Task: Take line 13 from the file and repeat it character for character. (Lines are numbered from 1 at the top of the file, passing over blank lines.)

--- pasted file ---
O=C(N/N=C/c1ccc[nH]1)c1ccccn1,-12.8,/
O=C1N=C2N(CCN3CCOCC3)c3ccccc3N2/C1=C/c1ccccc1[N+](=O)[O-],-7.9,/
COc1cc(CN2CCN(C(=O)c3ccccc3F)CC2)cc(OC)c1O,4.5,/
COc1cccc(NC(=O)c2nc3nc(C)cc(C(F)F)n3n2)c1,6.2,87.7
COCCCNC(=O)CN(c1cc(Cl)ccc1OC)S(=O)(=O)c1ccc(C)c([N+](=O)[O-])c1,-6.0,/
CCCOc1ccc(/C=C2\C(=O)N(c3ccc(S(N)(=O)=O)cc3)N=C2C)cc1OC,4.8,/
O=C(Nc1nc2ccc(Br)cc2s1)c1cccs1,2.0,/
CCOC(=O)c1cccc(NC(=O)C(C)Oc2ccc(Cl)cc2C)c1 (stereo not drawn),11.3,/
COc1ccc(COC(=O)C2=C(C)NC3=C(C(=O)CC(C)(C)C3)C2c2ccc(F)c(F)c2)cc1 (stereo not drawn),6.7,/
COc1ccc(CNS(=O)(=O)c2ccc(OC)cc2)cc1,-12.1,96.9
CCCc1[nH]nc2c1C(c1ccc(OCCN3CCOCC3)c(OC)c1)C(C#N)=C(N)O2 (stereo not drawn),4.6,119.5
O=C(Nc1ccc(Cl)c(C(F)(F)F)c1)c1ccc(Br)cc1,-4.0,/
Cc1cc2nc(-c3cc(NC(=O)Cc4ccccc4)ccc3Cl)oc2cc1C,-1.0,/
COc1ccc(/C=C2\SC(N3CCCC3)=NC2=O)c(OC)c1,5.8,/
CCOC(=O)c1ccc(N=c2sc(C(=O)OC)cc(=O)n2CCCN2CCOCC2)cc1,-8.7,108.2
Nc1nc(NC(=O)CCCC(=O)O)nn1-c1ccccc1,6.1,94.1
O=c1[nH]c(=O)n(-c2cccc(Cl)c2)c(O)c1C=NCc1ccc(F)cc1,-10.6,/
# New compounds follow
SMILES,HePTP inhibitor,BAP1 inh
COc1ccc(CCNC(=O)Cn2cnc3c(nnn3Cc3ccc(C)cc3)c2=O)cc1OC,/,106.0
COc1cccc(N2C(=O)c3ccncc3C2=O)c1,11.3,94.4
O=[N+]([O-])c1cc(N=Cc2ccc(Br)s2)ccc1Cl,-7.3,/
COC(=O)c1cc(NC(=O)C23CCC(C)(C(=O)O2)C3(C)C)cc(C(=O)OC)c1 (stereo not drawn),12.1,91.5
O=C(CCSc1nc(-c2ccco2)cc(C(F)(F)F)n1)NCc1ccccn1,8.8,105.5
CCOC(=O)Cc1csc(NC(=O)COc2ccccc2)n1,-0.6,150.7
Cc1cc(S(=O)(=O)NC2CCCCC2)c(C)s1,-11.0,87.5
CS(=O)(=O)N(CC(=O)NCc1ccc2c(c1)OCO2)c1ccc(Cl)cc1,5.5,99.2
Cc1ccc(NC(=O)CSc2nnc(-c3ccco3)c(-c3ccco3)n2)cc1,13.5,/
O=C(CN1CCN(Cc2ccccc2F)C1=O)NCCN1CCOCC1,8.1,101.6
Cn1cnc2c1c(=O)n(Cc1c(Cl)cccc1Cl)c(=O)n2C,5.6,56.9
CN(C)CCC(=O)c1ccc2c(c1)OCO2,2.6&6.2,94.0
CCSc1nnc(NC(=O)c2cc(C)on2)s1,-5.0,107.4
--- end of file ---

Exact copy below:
Cc1cc2nc(-c3cc(NC(=O)Cc4ccccc4)ccc3Cl)oc2cc1C,-1.0,/